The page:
Survivalism & Self Sufficiency Topics > Emergency Preparations

What do you keep in your BOB (Bug Out Bag) & Why?

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This has always been a great topic on other forums so let's do it here.  Post your BOB inventories and let's all learn from each other.

Here is my list,

Footprint for my 2-man tent
(The tent is in the truck.  If I have to hoof it, I may leave the tent behind)
Grommet kit
Tent repair kit
Folding shovel (on a belt)
Folding bow saw
Gerber folding saw (like a pruning saw)
Leatherman with pliers, screwdrivers, etc
Leatherman with needlenose, knives, etc
Little Stanley kit with ratchet that uses screwdriver tips
SAK (Swiss Army Knife)
fire starting/cooking
I know Rick has stuff, but here's what I pack:
Matches in waterproof carriers (3 different ones)
Flint & steel - couple different ones
Magnesium fire starter
Bic lighter
Refillable butane lighter
Cotton balls soaked with vaseline
Tommy stove and about 20 fuel tabs
food gathering
snare wire
backpack fishing rod/reel
small fishing kit packed in a .410 shell
Breakdown .308 rifle with 16.25" barrel
20 rounds of ammo for .308
1911 with 3 8 round mags +1 in the spout
.22 conversion kit for 1911
100 rounds .22 ammo

So what do you guys keep or as Jack would say  ;), what do ya'll keep in your BOB?

Good list but the best thing to pack is what is between your ears.  We have all talked about whats in a bag and how to use it but if you lack one of these "100 Skills Every Man Should Know" get some info and knowledge on it now before you need it. Its your own personal BOB that's always with you and always useful because its hard to lose and extremely difficult to replace.

Holly Crap!  minrlwtr, I love that list, so fricken awesome.  I feel a show or may be two or three coming out of that list.  Great post, thanks, some "karma boost" is coming your way.

Lets add this old classic for consideration
Rudyard Kipling


If you can keep your head when all about you
Are losing theirs and blaming it on you;
If you can trust yourself when all men doubt you,
But make allowance for their doubting too;
If you can wait and not be tired by waiting,
Or, being lied about, don't deal in lies,
Or, being hated, don't give way to hating,
And yet don't look too good, nor talk too wise;

If you can dream - and not make dreams your master;
If you can think - and not make thoughts your aim;
If you can meet with triumph and disaster
And treat those two imposters just the same;
If you can bear to hear the truth you've spoken
Twisted by knaves to make a trap for fools,
Or watch the things you gave your life to broken,
And stoop and build 'em up with wornout tools;

If you can make one heap of all your winnings
And risk it on one turn of pitch-and-toss,
And lose, and start again at your beginnings
And never breath a word about your loss;
If you can force your heart and nerve and sinew
To serve your turn long after they are gone,
And so hold on when there is nothing in you
Except the Will which says to them: "Hold on";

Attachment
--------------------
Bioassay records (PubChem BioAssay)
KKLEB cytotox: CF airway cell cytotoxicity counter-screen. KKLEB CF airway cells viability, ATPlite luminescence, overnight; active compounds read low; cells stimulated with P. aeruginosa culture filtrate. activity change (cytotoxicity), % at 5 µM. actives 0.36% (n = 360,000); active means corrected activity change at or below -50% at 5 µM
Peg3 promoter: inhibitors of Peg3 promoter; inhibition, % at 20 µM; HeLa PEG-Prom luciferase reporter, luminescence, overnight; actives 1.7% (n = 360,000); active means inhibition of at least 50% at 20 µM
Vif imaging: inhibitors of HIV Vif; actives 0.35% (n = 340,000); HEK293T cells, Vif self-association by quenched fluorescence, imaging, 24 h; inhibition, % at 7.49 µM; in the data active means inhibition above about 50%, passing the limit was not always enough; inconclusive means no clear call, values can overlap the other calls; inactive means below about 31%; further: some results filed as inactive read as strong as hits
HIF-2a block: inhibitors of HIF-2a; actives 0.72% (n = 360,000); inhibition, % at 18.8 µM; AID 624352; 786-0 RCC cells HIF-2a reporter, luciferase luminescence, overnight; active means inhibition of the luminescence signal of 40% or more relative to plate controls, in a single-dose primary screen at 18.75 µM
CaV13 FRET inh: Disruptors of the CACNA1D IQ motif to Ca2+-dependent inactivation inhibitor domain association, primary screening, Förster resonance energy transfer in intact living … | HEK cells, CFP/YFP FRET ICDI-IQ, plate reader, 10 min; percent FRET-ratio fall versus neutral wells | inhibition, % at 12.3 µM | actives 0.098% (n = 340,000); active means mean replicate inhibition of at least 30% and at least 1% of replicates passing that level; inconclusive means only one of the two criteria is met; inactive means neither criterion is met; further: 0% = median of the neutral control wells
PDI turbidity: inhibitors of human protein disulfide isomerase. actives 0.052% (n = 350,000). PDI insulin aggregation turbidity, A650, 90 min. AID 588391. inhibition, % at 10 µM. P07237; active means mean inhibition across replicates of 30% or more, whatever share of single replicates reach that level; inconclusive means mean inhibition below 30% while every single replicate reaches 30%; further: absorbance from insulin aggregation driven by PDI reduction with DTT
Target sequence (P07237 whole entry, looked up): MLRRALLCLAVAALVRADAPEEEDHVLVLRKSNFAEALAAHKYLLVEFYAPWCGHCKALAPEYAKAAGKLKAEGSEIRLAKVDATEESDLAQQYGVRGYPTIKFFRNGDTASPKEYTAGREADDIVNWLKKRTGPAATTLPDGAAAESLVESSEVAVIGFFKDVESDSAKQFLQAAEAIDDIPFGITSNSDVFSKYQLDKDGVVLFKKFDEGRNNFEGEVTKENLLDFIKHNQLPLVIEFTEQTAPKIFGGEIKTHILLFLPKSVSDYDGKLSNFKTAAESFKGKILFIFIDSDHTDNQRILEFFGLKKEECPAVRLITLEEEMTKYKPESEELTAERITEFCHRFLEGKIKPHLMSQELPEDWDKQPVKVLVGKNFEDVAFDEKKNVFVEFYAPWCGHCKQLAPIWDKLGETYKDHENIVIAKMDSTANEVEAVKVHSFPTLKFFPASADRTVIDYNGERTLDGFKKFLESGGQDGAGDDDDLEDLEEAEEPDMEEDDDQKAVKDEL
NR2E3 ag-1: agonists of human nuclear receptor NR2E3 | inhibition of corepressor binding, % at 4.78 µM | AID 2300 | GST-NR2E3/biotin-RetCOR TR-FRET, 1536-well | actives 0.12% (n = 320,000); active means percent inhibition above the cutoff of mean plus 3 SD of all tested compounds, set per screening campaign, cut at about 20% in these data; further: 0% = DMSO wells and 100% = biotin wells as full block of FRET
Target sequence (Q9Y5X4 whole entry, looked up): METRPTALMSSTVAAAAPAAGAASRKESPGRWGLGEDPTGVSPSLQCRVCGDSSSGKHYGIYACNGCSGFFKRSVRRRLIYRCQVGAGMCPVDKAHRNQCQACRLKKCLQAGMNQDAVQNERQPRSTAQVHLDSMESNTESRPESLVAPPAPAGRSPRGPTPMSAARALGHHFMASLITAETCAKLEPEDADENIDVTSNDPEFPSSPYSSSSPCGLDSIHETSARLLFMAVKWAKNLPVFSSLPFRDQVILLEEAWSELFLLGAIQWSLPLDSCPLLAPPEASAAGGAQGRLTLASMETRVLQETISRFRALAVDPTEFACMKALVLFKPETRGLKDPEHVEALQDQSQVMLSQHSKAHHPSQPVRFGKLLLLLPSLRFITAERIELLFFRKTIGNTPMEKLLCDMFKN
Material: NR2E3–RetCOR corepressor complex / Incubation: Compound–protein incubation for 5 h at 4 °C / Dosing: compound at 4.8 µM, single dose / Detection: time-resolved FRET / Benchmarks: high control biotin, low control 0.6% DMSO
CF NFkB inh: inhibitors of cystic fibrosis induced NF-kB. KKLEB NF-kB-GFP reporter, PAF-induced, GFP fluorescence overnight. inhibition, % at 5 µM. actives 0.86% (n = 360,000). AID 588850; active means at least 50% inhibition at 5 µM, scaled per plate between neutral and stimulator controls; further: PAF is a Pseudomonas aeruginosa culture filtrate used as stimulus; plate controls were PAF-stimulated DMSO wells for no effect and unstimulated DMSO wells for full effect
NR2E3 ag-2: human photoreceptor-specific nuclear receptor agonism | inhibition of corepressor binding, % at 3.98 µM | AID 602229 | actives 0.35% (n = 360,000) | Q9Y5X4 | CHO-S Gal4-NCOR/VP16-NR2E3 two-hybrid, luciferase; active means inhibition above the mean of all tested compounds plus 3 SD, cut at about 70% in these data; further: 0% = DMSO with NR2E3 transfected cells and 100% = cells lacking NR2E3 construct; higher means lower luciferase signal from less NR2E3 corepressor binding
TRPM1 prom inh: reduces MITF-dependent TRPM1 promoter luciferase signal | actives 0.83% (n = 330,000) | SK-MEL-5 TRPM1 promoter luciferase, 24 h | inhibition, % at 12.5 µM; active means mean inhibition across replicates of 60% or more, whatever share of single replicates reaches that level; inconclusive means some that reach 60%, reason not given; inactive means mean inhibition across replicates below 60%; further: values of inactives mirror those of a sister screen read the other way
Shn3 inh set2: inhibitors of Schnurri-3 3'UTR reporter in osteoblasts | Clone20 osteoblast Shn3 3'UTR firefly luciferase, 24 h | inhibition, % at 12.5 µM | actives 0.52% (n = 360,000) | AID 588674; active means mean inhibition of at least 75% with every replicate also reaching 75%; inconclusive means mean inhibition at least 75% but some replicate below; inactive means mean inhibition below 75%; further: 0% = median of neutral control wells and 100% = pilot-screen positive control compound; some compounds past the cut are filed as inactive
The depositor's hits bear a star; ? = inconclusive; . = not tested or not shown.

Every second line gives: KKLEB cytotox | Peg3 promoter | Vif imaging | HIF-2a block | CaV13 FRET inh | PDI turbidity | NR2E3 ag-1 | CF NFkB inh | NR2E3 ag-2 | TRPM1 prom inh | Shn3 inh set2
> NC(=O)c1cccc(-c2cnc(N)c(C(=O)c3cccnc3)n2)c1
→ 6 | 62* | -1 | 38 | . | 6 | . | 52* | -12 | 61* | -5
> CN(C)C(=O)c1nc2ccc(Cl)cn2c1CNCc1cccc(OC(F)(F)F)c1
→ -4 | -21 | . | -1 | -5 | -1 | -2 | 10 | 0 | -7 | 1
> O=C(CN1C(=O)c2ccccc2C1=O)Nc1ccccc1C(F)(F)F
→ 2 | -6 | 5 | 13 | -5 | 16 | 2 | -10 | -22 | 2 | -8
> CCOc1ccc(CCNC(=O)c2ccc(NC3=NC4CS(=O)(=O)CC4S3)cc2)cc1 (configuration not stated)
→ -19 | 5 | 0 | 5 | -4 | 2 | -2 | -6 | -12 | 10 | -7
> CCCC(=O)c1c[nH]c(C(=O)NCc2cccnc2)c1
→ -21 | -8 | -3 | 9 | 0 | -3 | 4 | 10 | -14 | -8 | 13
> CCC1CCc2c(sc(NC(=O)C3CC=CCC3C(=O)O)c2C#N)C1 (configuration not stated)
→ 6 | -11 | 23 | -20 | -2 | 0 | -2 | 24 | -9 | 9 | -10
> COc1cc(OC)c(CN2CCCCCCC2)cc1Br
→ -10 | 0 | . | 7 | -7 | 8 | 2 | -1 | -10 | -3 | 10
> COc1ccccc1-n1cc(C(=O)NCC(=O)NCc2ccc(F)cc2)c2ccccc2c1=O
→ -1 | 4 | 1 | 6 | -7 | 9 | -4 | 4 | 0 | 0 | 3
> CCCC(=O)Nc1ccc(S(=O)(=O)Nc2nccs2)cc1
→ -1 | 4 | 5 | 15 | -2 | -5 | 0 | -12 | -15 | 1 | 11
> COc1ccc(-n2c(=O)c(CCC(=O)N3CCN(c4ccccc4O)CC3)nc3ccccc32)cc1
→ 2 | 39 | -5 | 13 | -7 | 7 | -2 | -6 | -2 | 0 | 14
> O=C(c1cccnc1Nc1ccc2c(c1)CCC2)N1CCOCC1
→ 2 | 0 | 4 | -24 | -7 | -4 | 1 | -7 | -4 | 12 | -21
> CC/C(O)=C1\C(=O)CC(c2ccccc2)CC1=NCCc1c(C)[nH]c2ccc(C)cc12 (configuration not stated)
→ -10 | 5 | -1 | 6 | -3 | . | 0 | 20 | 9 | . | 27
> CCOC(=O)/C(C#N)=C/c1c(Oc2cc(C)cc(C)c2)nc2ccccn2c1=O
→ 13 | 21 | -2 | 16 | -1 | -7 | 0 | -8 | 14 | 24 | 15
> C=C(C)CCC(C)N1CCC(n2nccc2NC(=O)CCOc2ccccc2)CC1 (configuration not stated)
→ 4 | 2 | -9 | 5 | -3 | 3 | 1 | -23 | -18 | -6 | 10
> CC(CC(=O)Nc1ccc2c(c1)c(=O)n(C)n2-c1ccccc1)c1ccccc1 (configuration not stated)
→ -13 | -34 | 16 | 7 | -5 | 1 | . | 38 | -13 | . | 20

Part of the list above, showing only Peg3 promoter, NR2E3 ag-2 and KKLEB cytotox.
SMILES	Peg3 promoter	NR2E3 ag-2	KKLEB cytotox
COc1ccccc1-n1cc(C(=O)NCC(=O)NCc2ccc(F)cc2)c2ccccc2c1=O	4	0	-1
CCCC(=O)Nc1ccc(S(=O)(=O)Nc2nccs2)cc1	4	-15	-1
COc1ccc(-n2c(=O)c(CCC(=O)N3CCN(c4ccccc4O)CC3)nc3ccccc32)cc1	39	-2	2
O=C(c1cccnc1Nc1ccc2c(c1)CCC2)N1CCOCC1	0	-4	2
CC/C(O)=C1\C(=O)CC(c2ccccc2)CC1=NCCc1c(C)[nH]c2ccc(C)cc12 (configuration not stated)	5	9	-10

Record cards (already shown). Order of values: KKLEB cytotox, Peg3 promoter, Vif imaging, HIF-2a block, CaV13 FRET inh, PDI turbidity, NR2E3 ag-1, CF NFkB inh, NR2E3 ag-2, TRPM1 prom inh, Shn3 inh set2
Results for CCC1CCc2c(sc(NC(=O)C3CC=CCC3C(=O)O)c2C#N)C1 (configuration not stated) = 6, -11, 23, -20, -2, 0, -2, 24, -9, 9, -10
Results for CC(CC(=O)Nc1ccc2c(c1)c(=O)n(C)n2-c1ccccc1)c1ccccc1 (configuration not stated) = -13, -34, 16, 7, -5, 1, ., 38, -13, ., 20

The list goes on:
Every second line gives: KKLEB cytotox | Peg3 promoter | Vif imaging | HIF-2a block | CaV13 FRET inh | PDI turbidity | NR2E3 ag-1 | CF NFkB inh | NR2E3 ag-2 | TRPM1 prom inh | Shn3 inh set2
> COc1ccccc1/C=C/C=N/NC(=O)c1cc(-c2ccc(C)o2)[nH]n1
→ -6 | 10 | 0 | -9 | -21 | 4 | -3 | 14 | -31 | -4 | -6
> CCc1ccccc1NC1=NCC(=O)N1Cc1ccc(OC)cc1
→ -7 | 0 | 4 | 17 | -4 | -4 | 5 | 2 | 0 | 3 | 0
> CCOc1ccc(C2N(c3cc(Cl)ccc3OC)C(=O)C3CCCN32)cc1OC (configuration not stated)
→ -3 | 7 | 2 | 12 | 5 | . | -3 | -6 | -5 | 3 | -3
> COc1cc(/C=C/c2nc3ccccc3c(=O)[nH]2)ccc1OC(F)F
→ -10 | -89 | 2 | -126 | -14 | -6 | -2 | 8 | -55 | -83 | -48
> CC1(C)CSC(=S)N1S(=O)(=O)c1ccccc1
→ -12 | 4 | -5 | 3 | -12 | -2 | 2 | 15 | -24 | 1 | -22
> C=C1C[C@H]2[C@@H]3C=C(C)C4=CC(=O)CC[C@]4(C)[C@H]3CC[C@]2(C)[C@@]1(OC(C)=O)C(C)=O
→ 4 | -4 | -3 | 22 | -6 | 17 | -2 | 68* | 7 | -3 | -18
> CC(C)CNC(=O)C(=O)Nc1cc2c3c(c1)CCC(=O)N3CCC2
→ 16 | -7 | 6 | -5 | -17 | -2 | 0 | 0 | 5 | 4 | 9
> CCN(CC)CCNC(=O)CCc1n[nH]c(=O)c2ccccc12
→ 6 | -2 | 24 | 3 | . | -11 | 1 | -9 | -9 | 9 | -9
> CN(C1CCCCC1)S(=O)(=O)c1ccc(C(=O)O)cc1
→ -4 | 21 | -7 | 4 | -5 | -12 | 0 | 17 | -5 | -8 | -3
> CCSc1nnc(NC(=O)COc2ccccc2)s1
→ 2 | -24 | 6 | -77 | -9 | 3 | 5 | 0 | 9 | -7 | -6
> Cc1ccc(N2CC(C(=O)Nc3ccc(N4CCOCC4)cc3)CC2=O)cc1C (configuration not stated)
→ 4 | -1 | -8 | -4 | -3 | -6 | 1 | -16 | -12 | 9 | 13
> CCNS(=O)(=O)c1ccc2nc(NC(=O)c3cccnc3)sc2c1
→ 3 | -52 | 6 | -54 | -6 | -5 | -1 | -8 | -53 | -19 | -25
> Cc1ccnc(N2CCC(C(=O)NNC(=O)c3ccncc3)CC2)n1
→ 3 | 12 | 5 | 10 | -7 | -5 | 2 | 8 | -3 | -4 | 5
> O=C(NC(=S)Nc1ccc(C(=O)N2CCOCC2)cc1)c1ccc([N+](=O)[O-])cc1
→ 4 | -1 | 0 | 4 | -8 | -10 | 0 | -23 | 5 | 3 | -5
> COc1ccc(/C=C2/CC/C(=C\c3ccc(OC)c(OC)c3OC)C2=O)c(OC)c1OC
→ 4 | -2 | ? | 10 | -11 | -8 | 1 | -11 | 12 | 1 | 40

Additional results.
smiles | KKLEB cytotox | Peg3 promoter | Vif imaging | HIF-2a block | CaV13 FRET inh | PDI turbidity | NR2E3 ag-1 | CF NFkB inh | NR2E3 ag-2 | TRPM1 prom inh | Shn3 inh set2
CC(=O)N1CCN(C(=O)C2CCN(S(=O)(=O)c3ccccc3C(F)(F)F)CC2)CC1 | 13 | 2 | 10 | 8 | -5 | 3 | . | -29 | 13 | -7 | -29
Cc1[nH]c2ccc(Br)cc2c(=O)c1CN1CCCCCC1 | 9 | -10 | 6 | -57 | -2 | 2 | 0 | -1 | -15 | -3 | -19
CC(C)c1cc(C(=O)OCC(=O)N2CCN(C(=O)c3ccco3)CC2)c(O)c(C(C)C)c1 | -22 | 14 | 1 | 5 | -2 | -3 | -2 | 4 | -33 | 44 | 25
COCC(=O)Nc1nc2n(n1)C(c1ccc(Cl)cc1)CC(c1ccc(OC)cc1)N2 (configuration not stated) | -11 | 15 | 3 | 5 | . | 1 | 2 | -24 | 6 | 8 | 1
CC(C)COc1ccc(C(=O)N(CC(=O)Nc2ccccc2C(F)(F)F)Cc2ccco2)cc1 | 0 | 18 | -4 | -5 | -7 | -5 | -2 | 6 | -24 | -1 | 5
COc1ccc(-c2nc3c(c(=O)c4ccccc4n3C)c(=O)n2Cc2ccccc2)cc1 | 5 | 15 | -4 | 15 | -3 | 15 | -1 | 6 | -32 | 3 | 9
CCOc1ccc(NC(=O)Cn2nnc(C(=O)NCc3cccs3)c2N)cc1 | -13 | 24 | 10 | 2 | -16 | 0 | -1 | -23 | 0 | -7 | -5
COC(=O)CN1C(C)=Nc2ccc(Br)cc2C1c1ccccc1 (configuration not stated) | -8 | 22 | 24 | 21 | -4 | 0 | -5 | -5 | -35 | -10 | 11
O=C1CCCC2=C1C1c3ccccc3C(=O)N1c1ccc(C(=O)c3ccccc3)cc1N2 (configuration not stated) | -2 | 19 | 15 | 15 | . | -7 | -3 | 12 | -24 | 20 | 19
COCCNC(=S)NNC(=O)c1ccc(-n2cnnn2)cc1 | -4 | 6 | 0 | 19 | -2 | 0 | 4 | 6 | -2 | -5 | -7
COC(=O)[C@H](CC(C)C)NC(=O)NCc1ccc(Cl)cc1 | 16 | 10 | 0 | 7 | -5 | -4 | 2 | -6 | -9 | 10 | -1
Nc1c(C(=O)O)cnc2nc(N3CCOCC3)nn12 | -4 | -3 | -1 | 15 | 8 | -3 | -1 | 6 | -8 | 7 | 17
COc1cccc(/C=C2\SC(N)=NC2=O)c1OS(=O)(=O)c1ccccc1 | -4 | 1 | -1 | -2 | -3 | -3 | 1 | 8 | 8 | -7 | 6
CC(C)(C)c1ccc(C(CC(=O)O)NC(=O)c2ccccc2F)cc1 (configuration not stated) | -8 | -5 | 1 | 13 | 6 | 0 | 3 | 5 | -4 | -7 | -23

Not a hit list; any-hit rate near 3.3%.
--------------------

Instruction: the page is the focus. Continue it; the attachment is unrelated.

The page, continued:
If you can talk with crowds and keep your virtue,
Or walk with kings - nor lose the common touch;
If neither foes nor loving friends can hurt you;
If all men count with you, but none too much;
If you can fill the unforgiving minute
With sixty seconds' worth of distance run -
Yours is the Earth and everything that's in it,
And - which is more - you'll be a Man my son!


Patriot:Ex Machina:
That is a really good list! I've got quite a bit of the same stuff in mine, with a few additions.
Something some folks might not think of is:
spare pair of socks (regular during most seasons, thick socks during winter)
Who knows how far you're going to be hoofin' it to where you're going.
Foot care is essential. Infections and sores will slow you down, and if you're are traveling with a group (be it  family or a mutual defense group)
you could be slowing them down and in turn putting your life and other's in danger.
Flashlights with extra batteries. Primarily, a head lamp style light that frees up your hands for use.

Emergency blankets (the ones that look like aluminum foil). They store small and will warm you up in no time. I've used one before when I fell in my uncle's pond in the middle of Feb. and I actually started sweating after about 20 minutes.

#550 Parachute cord. I keep a small roll of that in my bag as well.
That stuff is STRONG. You never know when something will tear, break, or need to be tied. And I can guarantee you it's useful for that.

A pair of latex exam gloves. In a total collapse situation, you don't know what you may come into phsyical contact with, and you certainly would want to minimize your contact with anything infectious. Gloves aren't a magical shield against a virus but a pair of gloves and maybe some of the little white masks won't hurt. (although the white masks are a bit much even for me. Just a thought though.)

That's all I have right now. I may think of something else.


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